In the middle of the WE Charity scandal, it was obvious the Liberals would try to pivot left to change the channel. With a soon-to-be chosen leader of the Conservative Party, the Liberals would be unlikely to curry favour with Conservative voters in the same way they might have without the ensuing honeymoon period. So, they’d have to look left and make overtures to the NDP and Greens to try and shore up support for their minority government.

On Twitter, and in discussion with Sandy Hudson on our podcast, I argued this pivot would likely be toward childcare. With the prominence of the brain-obliterating faux-word “SheCession” everywhere — not intending to mean a situation where the nation’s women cede from the nation’s men, which is an idea with potential — it was obvious in August that they’d choose childcare. If women are being hurt most by the pandemic, goes the logic, then a national system of childcare is the most significant way to help them.

This isn’t really true, of course. Ignoring the fact that the majority of women don’t have children aged 0 to 4, it isn’t as if the pandemic has made childcare even more important. Rather, the pandemic has caused many childcare centres to close, forcing parents to figure out how to do their jobs with no emergency childcare options. The problems that existed before the pandemic related to childcare remain the same: not enough space, high cost and a lack of coordinated network.

These problems are longstanding, too. It’s been 50 years since the Royal Commission on the Status of Women proposed a national system of childcare. This kicked off the second wave of feminist organizing in Canada, with feminists mobilizing in communities across the country to demand that the commission’s hundreds of recommendations be implemented. 

To do this, they formed committees and organizations. They opened up shelters and childcare centres themselves, funded in large part by money made available by the federal government of Pierre Trudeau for special projects. But that national childcare call was never heeded, instead becoming a favoured political football punted around for decades as parents struggled to find and pay for high-quality local options. 

Since that report, the women’s movement has mostly disintegrated. Provincial federations of women are rare, and most national organizing is funded directly by the government itself. With so many feminists being paid through government agencies, very little remains at the national level of autonomous feminists organizing in confrontation with the government.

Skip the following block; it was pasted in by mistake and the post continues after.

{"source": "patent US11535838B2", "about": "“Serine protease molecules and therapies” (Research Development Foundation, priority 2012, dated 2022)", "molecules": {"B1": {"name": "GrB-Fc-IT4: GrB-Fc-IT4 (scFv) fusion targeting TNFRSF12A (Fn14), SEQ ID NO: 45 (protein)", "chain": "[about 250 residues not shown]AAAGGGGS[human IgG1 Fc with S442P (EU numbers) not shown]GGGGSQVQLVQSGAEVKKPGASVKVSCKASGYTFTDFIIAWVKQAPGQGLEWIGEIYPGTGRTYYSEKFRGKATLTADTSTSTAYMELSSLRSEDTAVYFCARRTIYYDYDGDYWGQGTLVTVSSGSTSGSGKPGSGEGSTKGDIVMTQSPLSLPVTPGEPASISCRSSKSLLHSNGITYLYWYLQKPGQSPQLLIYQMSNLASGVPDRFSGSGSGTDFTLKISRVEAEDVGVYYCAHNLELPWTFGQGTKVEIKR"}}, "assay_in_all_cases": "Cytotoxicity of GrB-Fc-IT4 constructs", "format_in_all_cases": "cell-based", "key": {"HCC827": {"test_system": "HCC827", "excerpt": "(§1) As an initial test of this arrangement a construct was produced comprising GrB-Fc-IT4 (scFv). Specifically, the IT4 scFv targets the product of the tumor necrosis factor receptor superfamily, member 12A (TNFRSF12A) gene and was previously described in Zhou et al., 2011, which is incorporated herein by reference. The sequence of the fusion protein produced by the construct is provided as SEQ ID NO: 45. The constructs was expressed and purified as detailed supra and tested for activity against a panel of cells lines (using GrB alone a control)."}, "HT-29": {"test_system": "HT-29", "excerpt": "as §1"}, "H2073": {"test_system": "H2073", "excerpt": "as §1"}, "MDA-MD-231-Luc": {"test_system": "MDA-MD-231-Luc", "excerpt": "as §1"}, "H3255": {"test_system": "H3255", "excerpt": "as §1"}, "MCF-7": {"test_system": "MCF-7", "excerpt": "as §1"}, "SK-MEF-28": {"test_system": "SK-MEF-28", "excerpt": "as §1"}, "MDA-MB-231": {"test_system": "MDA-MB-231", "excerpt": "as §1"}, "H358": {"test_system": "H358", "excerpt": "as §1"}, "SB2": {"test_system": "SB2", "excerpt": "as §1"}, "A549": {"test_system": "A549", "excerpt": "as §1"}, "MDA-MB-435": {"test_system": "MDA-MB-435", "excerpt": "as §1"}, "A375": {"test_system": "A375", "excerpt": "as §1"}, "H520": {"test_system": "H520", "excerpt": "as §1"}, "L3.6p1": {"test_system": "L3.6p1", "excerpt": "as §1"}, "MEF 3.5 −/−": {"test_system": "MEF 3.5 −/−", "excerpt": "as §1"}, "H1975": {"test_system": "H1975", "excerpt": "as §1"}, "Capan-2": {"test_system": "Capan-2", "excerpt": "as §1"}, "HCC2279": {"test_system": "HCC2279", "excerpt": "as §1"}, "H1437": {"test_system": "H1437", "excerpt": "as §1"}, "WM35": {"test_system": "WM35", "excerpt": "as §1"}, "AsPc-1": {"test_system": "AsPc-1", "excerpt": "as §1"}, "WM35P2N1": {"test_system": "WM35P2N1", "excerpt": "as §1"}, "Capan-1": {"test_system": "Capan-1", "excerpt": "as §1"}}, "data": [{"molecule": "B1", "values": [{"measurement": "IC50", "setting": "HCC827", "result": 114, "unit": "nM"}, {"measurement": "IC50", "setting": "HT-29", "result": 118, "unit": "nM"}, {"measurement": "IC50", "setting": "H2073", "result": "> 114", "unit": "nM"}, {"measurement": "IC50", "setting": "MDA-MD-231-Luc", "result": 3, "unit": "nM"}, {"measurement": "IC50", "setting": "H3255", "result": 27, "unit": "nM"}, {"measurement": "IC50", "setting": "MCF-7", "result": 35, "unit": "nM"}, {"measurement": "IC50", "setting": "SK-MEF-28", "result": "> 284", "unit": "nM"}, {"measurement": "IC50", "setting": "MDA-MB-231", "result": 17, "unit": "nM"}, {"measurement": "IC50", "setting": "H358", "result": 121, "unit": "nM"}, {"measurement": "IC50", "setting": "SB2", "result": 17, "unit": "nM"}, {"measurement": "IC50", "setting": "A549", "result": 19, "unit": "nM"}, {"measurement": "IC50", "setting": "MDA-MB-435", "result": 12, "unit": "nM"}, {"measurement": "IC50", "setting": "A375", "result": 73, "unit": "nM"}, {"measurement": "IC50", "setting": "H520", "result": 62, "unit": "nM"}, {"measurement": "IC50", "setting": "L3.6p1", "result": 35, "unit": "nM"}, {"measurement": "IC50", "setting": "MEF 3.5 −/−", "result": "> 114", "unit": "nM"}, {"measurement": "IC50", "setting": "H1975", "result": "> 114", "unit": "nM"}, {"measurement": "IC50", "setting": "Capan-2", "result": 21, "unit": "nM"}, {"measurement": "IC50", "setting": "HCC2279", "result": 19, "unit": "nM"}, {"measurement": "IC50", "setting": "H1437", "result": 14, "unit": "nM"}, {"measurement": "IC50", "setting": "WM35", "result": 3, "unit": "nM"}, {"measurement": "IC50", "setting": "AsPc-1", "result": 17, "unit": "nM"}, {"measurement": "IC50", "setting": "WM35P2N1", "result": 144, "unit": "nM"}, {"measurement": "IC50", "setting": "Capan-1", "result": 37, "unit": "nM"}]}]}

This allowed Trudeau to call himself the feminist prime minister before having implemented a single policy, let alone feminist policy. Feminism became an exercise in branding and trolling conservatives more than leading to meaningful policy change. 

So now, in the middle of a pandemic, how are we supposed to understand this from the Throne Speech: “The Government will make a significant, long-term, sustained investment to create a Canada-wide early learning and childcare system”?

The Liberals are trying to change the conversation. The rumours that many national columnists pushed that the Liberals were considering a UBI didn’t materialize, and instead, the Liberals are planning to fold CERB into EI. Yesterday, the Liberals presented a motion that would ensure CERB recipients receive similar amounts of aid under EI, thanks to pressure by the NDP.

If you talk to anyone who is receiving the CERB, the anxiety is palpable, and pushing people onto a new program, while at the same time maintaining the programs that have been designed to bail businesses out, shows that their priorities do not lie with working class people. 

In this context, it’s hard to see the talk about a national childcare strategy as anything other than clever PR intended to obscure what the most pressing issues are right now: people’s personal income security, the pandemic and climate change. If the Liberals can convince journalists to talk about childcare, they will ignore the pleas of CERB recipients while also forcing a political debate with the Conservatives on friendly terrain — it’s smart political strategy.

But for folks hoping that this promise for a national childcare system will actually materialize, we have to look at how feminists have won victories in our collective past. It was never through the promises of politicians, but instead, through combative and radical social movements, forcing politicians into taking action. There’s no similar combat brewing over this issue today, and the complex reasons for why that’s the case are detailed in my book Take Back the Fight, set to be released on October 25. 

We must re-build a national feminist movement that can fight for childcare and the many other issues that disproportionally impact women and non-binary people. In absence of one, the Liberals will create a scheme that will fall short of what’s needed, if they do anything at all.

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